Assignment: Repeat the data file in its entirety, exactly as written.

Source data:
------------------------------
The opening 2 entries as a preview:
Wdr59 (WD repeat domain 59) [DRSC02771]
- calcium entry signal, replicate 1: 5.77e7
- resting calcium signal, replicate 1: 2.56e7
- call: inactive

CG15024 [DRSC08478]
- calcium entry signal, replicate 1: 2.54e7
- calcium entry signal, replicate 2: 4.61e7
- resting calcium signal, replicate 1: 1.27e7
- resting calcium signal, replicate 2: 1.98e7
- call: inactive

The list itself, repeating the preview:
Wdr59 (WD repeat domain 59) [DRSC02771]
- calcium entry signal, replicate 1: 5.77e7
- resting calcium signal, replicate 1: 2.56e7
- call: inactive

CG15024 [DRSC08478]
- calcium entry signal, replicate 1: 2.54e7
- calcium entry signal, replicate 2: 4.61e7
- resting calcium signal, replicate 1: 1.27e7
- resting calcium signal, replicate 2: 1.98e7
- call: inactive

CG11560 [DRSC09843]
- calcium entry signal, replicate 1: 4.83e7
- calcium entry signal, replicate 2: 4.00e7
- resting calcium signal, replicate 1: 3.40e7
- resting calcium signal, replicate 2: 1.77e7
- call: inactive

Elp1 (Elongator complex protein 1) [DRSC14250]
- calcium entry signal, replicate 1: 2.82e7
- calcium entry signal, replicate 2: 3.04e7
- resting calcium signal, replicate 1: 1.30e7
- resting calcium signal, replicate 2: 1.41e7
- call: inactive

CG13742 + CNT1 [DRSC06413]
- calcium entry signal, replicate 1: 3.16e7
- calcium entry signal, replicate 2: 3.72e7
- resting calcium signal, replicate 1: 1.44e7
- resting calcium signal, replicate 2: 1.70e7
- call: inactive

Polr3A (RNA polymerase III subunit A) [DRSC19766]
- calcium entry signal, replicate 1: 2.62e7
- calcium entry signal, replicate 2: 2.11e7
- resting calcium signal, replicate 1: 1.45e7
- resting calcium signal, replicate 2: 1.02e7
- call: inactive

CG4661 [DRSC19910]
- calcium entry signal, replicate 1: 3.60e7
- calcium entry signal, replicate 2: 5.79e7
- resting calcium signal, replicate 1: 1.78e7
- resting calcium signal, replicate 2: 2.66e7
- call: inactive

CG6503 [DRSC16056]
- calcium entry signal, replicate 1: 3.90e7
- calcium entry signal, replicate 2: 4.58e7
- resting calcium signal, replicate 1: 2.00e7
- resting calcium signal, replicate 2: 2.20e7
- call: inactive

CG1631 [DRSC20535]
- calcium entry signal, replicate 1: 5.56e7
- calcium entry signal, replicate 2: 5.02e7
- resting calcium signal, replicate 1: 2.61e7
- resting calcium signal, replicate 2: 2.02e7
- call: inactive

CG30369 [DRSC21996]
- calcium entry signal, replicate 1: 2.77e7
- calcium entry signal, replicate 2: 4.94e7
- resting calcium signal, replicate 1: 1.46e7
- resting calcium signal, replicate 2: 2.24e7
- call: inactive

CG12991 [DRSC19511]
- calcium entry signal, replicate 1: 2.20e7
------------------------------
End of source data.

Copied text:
The opening 2 entries as a preview:
Wdr59 (WD repeat domain 59) [DRSC02771]
- calcium entry signal, replicate 1: 5.77e7
- resting calcium signal, replicate 1: 2.56e7
- call: inactive

CG15024 [DRSC08478]
- calcium entry signal, replicate 1: 2.54e7
- calcium entry signal, replicate 2: 4.61e7
- resting calcium signal, replicate 1: 1.27e7
- resting calcium signal, replicate 2: 1.98e7
- call: inactive

The list itself, repeating the preview:
Wdr59 (WD repeat domain 59) [DRSC02771]
- calcium entry signal, replicate 1: 5.77e7
- resting calcium signal, replicate 1: 2.56e7
- call: inactive

CG15024 [DRSC08478]
- calcium entry signal, replicate 1: 2.54e7
- calcium entry signal, replicate 2: 4.61e7
- resting calcium signal, replicate 1: 1.27e7
- resting calcium signal, replicate 2: 1.98e7
- call: inactive

CG11560 [DRSC09843]
- calcium entry signal, replicate 1: 4.83e7
- calcium entry signal, replicate 2: 4.00e7
- resting calcium signal, replicate 1: 3.40e7
- resting calcium signal, replicate 2: 1.77e7
- call: inactive

Elp1 (Elongator complex protein 1) [DRSC14250]
- calcium entry signal, replicate 1: 2.82e7
- calcium entry signal, replicate 2: 3.04e7
- resting calcium signal, replicate 1: 1.30e7
- resting calcium signal, replicate 2: 1.41e7
- call: inactive

CG13742 + CNT1 [DRSC06413]
- calcium entry signal, replicate 1: 3.16e7
- calcium entry signal, replicate 2: 3.72e7
- resting calcium signal, replicate 1: 1.44e7
- resting calcium signal, replicate 2: 1.70e7
- call: inactive

Polr3A (RNA polymerase III subunit A) [DRSC19766]
- calcium entry signal, replicate 1: 2.62e7
- calcium entry signal, replicate 2: 2.11e7
- resting calcium signal, replicate 1: 1.45e7
- resting calcium signal, replicate 2: 1.02e7
- call: inactive

CG4661 [DRSC19910]
- calcium entry signal, replicate 1: 3.60e7
- calcium entry signal, replicate 2: 5.79e7
- resting calcium signal, replicate 1: 1.78e7
- resting calcium signal, replicate 2: 2.66e7
- call: inactive

CG6503 [DRSC16056]
- calcium entry signal, replicate 1: 3.90e7
- calcium entry signal, replicate 2: 4.58e7
- resting calcium signal, replicate 1: 2.00e7
- resting calcium signal, replicate 2: 2.20e7
- call: inactive

CG1631 [DRSC20535]
- calcium entry signal, replicate 1: 5.56e7
- calcium entry signal, replicate 2: 5.02e7
- resting calcium signal, replicate 1: 2.61e7
- resting calcium signal, replicate 2: 2.02e7
- call: inactive

CG30369 [DRSC21996]
- calcium entry signal, replicate 1: 2.77e7
- calcium entry signal, replicate 2: 4.94e7
- resting calcium signal, replicate 1: 1.46e7
- resting calcium signal, replicate 2: 2.24e7
- call: inactive

CG12991 [DRSC19511]
- calcium entry signal, replicate 1: 2.20e7